PJay
    Member

    Finally got there hacksawing a rather off centre slot for a screwdriver (had to be a tad careful not to hack the rotor or hub). Hopefully no harm done, except to my nerves.

    I’m starting to see the attraction of Centrelock!

    PJay
    Member

    Argh! Just had another one go refitting it! Fortunately I managed to back if off. Perhaps I need to consider rotor bolt a ‘use once’ affair!

    The torque settings on the SRAM Centreline rotor says to torque the bolts to 6.2 Nm which seems a tad high considering some Avids I had recommended 2-3Nm, can I torque them a little lower?

    Premier Icon jam bo
    Subscriber

    Best tip I got from here. Tighten a drill chuck onto the outside of the bolt. Comes out dead easy.

    Premier Icon bramblesummer
    Subscriber

    Steve Peat raced for years without all the rotor bolts.

    Is your allen key in good condition? If you’ve damaged 2 now then it’s likely worn. Worn allen keys will damage bolts very easily.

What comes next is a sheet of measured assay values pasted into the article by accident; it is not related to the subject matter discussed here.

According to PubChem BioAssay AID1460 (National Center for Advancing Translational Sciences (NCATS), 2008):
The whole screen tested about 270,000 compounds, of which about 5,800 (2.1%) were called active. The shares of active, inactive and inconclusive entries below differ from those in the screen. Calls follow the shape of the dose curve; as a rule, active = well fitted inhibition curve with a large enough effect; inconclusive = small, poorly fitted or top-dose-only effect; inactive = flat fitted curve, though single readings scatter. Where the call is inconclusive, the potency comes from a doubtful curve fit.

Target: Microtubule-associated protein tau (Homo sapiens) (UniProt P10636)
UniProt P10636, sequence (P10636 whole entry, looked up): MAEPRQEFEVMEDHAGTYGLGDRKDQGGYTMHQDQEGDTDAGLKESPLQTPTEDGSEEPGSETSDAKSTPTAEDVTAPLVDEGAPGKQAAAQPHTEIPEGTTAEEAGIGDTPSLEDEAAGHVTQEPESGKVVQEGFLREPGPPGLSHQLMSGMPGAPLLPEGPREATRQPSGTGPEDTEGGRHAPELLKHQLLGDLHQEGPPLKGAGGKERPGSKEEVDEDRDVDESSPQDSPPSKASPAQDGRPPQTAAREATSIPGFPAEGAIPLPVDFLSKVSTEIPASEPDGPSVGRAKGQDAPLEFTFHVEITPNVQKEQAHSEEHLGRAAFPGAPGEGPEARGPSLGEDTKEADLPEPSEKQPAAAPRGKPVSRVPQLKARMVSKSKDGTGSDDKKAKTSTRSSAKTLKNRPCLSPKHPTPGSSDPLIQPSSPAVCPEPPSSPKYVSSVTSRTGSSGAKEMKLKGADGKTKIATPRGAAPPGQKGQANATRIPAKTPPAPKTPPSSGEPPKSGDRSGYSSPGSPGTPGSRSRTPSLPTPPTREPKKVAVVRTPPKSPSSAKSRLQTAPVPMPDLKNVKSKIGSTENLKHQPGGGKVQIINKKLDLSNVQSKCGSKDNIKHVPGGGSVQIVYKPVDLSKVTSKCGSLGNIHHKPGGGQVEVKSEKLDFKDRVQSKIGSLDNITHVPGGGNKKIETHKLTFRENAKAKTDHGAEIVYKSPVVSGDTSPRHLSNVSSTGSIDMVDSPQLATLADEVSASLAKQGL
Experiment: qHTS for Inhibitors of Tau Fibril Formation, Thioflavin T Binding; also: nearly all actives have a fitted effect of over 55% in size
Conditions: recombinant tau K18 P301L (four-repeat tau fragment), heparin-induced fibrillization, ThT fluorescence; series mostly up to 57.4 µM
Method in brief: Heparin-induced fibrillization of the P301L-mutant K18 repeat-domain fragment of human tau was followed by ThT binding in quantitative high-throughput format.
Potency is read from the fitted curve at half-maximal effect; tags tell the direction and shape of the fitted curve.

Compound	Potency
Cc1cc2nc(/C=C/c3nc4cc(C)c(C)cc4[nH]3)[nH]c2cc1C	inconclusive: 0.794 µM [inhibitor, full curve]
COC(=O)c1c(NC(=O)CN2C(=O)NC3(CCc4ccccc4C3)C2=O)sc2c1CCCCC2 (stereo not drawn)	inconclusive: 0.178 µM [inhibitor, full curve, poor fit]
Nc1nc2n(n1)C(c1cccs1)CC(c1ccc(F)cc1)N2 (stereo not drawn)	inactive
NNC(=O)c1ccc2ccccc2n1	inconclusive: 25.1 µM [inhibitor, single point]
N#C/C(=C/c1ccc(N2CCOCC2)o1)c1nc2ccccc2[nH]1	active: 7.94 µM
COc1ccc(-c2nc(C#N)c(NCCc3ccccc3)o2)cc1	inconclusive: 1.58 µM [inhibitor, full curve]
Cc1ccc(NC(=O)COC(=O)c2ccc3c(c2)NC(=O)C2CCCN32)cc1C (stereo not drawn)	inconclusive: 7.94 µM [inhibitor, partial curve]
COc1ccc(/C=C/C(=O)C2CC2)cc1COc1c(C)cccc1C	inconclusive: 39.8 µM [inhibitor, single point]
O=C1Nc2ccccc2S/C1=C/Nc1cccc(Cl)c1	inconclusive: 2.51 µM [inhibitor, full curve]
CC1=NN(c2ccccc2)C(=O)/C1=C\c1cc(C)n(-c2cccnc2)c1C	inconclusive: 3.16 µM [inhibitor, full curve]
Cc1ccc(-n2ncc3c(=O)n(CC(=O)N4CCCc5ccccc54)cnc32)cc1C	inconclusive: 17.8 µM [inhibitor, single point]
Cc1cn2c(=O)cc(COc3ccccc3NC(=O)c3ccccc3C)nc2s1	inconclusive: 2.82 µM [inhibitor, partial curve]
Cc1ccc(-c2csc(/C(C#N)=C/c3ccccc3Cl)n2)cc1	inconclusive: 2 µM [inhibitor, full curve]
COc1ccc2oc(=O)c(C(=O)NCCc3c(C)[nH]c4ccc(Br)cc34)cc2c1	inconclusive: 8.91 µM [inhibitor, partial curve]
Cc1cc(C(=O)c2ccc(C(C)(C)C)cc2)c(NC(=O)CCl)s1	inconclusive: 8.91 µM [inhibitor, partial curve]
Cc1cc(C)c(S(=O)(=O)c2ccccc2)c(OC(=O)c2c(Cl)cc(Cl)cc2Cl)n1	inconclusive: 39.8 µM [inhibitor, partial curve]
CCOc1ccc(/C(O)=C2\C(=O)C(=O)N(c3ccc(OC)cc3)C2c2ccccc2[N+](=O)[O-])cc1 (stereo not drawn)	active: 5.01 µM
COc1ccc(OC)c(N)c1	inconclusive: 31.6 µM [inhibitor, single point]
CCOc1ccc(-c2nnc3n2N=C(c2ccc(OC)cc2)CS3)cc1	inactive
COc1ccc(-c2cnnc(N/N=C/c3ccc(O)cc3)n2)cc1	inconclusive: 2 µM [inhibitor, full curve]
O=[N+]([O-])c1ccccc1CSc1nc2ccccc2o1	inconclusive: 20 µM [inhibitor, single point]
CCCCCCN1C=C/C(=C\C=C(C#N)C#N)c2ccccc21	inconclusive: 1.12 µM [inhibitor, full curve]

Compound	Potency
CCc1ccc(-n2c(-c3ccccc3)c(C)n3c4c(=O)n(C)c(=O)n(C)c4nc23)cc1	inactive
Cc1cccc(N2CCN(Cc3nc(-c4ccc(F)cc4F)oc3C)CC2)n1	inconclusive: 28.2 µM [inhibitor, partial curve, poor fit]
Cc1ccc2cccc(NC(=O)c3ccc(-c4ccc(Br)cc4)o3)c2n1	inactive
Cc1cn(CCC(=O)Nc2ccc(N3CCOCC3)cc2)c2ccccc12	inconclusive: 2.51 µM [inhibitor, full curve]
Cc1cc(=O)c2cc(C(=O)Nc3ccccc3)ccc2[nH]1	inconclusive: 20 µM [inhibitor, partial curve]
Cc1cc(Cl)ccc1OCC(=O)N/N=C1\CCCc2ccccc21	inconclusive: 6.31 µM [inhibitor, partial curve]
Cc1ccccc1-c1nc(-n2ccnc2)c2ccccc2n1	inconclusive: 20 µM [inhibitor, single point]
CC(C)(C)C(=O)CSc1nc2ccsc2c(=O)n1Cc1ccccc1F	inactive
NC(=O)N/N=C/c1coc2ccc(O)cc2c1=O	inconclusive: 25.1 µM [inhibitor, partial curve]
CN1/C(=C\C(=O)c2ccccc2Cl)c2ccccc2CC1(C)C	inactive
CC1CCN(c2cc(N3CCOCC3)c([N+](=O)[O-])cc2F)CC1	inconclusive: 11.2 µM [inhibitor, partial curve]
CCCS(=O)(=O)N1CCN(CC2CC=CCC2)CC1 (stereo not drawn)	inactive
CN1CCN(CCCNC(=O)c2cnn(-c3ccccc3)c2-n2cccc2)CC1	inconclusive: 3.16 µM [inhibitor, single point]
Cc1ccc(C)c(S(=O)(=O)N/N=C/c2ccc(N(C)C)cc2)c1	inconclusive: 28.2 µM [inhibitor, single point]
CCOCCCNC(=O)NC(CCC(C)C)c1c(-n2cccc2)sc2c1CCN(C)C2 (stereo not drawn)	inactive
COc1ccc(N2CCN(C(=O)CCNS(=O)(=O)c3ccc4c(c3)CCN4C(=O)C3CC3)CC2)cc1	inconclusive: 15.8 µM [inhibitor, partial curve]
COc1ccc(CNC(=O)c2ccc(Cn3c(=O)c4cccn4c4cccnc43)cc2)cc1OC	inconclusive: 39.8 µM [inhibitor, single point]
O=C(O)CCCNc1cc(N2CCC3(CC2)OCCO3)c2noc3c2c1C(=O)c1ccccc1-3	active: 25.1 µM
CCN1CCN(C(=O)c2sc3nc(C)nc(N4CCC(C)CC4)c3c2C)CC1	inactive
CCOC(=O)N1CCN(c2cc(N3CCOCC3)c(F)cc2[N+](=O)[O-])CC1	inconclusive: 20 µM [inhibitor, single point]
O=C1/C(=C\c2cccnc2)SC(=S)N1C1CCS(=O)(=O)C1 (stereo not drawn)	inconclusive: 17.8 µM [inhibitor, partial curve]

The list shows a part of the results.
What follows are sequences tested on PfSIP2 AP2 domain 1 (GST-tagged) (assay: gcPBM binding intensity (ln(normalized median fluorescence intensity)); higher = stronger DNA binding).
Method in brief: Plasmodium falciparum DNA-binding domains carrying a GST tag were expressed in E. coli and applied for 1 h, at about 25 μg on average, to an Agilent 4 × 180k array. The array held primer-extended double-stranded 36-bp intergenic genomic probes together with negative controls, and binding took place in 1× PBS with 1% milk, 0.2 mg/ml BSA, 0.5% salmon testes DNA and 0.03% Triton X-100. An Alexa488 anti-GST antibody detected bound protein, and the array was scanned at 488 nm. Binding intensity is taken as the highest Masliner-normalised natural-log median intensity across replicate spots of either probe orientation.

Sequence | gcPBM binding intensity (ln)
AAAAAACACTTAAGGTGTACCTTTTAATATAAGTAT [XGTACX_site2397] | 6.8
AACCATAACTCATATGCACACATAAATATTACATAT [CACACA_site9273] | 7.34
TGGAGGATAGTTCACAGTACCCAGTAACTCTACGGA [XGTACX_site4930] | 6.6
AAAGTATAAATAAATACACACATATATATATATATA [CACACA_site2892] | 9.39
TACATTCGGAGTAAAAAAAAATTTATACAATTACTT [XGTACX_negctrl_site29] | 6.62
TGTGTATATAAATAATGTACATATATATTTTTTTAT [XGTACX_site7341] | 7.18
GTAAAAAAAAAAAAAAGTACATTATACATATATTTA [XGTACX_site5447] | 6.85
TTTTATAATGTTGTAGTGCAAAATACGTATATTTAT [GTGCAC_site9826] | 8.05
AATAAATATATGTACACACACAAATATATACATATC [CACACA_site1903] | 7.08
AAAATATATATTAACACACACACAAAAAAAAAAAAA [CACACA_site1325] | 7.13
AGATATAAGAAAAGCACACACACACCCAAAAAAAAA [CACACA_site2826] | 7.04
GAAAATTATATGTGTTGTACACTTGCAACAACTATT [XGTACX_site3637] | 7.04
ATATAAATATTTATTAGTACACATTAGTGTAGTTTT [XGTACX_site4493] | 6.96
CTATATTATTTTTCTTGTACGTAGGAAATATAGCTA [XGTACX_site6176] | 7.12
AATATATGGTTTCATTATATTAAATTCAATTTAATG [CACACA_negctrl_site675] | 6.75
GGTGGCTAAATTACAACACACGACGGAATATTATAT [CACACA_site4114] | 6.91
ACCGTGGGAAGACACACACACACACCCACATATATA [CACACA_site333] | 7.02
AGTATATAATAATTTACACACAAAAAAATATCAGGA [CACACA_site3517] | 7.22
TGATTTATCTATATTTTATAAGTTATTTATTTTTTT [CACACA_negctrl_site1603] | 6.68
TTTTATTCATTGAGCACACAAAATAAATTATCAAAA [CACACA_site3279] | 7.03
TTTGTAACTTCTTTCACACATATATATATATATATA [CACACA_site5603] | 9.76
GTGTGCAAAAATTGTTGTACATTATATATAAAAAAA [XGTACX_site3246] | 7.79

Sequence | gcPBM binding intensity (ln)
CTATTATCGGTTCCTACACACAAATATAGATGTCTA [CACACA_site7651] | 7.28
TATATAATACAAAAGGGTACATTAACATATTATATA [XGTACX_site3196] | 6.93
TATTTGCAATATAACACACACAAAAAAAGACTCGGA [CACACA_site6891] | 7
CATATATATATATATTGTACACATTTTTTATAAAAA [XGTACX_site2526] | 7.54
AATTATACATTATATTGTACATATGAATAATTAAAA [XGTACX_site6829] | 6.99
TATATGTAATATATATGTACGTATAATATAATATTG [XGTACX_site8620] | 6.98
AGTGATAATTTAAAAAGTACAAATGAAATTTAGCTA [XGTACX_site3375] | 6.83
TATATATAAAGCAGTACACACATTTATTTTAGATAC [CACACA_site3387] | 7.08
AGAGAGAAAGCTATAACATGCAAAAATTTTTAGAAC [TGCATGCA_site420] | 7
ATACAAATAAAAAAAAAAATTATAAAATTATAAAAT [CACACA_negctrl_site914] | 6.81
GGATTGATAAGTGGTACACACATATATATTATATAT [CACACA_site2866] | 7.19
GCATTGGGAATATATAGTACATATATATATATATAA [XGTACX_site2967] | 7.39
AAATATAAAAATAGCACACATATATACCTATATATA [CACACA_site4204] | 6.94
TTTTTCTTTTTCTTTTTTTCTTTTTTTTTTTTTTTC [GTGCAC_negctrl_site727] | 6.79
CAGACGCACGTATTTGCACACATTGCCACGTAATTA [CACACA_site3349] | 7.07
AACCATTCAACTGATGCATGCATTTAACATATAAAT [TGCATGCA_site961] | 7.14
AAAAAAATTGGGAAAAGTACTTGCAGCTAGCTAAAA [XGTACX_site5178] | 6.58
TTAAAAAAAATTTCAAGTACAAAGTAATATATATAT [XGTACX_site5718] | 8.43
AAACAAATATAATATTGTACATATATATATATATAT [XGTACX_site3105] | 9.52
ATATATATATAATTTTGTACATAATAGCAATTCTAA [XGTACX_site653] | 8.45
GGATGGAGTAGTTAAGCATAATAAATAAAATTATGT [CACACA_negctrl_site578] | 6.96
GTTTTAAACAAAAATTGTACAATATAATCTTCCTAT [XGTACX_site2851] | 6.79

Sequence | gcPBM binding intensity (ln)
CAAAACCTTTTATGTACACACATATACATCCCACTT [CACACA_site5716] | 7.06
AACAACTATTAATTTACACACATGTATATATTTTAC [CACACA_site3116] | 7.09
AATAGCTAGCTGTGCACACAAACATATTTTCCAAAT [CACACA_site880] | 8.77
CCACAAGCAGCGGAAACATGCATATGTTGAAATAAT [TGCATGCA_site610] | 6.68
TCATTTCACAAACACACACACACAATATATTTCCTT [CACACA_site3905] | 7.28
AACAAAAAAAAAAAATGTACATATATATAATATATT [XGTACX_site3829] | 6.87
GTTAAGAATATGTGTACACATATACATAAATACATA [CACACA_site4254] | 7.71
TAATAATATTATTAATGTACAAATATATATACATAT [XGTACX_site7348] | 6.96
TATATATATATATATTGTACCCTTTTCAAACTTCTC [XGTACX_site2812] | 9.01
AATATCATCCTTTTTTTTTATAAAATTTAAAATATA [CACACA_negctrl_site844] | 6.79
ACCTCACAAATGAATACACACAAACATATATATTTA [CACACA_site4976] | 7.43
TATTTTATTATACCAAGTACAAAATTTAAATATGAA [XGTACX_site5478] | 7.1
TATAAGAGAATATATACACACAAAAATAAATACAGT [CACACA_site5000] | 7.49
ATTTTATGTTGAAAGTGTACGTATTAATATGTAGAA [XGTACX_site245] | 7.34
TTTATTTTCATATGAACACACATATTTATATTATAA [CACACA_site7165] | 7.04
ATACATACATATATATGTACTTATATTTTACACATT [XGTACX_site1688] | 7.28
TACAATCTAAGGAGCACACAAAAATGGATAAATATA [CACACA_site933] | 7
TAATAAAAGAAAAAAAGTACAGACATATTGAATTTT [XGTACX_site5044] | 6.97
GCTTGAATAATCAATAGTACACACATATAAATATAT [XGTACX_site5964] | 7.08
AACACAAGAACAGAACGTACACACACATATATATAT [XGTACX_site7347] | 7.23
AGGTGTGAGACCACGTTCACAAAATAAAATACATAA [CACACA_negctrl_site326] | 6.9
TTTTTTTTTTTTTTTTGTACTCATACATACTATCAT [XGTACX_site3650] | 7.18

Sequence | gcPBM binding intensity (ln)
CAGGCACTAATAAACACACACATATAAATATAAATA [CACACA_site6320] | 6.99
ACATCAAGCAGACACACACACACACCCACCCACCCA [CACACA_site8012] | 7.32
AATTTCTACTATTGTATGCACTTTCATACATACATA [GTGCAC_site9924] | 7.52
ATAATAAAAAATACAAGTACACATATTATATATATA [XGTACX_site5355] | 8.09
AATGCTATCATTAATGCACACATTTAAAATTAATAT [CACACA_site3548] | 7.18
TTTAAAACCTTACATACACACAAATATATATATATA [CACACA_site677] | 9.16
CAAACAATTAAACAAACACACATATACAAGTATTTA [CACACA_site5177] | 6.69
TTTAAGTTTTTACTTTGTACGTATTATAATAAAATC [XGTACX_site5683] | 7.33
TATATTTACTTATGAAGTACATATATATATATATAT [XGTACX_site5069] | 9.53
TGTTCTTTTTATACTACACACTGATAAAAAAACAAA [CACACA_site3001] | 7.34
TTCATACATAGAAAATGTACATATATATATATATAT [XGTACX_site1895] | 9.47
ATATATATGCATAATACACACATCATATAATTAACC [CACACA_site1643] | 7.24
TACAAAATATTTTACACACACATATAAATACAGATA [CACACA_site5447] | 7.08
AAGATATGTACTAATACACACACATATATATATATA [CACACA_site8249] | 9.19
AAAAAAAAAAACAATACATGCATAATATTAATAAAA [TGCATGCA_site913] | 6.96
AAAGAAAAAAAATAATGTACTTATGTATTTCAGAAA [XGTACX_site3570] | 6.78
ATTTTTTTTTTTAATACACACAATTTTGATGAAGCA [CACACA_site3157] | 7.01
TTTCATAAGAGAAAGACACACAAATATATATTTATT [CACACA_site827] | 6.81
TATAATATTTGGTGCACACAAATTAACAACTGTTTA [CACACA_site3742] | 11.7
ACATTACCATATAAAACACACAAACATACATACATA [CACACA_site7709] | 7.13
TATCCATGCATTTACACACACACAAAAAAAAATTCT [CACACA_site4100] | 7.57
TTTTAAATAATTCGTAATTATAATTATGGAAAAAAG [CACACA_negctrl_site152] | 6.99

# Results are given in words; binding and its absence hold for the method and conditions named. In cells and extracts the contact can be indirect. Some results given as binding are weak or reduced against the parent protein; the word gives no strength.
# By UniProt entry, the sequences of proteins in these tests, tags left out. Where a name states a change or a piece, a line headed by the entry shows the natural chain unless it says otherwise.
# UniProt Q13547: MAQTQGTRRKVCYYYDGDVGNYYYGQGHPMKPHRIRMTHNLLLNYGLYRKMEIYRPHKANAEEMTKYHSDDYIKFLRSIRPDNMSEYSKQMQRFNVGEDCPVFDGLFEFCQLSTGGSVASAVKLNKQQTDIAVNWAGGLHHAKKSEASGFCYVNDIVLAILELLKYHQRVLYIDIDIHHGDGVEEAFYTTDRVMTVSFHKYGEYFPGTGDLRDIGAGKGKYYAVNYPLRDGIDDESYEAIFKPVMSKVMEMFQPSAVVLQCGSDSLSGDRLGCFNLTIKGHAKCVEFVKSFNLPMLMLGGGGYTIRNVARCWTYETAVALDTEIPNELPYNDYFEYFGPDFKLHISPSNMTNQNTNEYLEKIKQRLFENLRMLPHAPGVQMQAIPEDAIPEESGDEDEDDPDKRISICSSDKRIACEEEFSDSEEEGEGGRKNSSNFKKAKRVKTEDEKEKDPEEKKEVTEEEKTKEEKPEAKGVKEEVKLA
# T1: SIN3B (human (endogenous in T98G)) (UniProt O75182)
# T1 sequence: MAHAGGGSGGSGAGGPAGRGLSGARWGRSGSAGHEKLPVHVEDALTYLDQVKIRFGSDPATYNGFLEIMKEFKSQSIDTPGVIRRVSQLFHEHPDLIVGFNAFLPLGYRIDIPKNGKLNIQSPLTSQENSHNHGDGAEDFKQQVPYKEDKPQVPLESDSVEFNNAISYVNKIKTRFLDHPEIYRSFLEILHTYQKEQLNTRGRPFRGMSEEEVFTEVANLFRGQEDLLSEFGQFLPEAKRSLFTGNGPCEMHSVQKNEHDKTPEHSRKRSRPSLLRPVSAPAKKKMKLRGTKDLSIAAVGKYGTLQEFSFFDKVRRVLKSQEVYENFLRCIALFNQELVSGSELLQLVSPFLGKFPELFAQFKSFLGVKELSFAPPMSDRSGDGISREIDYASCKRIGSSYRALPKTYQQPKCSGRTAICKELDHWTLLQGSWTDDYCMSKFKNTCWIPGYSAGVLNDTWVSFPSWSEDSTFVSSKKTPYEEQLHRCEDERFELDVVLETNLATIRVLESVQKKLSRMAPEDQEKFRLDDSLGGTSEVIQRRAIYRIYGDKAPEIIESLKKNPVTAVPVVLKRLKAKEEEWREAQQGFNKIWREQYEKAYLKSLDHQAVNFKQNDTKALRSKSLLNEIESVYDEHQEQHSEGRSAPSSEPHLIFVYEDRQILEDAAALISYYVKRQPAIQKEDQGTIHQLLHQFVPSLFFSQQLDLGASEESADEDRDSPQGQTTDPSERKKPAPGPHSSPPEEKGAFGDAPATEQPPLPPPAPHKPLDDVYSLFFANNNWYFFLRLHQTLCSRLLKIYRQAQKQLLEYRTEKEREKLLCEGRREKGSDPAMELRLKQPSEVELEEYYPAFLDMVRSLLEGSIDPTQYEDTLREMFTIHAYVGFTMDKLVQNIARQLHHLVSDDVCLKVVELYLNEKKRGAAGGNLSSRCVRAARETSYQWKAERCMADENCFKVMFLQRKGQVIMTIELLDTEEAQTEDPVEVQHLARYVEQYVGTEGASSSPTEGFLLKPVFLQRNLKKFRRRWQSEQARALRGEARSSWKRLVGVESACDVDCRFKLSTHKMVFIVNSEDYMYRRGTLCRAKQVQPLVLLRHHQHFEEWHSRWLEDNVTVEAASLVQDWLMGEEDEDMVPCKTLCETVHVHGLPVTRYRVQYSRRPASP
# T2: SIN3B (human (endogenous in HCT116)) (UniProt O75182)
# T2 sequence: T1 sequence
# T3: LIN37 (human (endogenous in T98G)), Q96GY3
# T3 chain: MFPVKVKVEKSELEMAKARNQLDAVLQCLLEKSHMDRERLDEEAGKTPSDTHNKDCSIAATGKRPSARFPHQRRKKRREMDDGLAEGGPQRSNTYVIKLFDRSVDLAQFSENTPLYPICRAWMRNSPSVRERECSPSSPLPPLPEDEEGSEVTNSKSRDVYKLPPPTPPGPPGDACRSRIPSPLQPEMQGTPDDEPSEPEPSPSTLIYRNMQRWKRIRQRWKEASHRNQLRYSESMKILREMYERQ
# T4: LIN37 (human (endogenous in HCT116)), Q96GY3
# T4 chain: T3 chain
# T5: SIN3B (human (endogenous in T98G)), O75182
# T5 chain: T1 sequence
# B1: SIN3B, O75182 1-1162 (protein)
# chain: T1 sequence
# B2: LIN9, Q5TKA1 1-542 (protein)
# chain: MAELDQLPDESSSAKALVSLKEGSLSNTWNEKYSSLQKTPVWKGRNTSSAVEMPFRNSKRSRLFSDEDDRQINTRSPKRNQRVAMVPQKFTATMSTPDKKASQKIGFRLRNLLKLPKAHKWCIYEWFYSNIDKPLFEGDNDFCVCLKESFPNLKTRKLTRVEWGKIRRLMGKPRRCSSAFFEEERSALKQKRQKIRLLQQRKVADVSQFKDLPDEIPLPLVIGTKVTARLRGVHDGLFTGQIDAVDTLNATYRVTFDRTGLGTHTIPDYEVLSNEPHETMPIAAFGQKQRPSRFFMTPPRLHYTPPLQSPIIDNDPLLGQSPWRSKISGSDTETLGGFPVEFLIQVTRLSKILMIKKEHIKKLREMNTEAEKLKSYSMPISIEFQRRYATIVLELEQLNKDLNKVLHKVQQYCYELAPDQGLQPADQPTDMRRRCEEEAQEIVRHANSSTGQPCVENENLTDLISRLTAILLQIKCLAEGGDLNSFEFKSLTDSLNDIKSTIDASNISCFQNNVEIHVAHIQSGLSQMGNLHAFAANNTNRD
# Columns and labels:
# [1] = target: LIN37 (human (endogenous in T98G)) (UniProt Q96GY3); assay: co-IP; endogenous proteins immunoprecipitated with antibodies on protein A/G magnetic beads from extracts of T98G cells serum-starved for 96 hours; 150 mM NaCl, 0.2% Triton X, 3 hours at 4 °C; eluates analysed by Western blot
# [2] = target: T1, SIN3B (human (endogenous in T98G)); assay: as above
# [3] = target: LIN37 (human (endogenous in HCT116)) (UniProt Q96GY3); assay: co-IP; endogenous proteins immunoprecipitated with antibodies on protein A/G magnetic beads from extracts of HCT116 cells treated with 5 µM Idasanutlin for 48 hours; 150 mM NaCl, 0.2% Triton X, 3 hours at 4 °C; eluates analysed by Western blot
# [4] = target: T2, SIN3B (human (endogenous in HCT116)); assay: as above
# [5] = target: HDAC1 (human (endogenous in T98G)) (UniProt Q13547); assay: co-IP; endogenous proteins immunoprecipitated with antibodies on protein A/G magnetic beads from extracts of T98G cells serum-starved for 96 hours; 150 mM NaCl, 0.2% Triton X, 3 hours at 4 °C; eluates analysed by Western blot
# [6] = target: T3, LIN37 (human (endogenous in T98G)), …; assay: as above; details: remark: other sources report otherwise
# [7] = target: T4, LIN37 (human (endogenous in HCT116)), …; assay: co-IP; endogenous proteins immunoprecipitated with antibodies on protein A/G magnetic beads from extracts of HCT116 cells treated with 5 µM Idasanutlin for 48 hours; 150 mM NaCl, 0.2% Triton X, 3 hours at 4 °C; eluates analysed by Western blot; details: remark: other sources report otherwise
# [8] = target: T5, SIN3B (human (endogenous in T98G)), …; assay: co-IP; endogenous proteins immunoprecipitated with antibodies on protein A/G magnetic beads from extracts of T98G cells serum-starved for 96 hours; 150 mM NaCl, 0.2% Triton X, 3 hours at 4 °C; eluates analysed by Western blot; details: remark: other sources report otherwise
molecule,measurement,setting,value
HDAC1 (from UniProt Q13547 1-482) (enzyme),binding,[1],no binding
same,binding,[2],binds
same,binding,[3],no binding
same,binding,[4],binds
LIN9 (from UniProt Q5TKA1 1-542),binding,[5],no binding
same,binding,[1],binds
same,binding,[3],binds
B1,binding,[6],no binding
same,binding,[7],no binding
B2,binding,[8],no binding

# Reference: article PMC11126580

Best replacement bolts around are the Hope ones. Nice deep torx heads and good quality bolt. I’ve actually had a torx bit break before the hope bolt. Lots available from everywhere, only a few pounds, and can be fitted to any rotor or hub.

    http://www.chainreactioncycles.com/hope-steel-disc-rotor-bolts/rp-prod9950

    PJay
    Member

    I’ll probably get some of those Hope bolts as spares for the next time I need to fit a rotor!

    Premier Icon Poopscoop
    Subscriber

    jam bo – Member
    Best tip I got from here. Tighten a drill chuck onto the outside of the bolt. Comes out dead easy.

    That’s new to me, will try that if ever necessary!

    swdan
    Member

    Yeah, could have done with that too a few months ago. Tried everything, large torx bit, cutting a slot in it, scree extractor. In the end did as above and drilled the head off, removed the rotor then used a pair of molgrip to remove the sticky out bit. Was pretty easy after I wasted two evenings on all the other methods!

    demelitia
    Member

    Something to consider for future use are the Wera Hex Plus and Torx L-keys. Very well machined, especially the hex keys which have some patented geometry to allow either more force to be applied with much less chance of rounding the head of fasteners.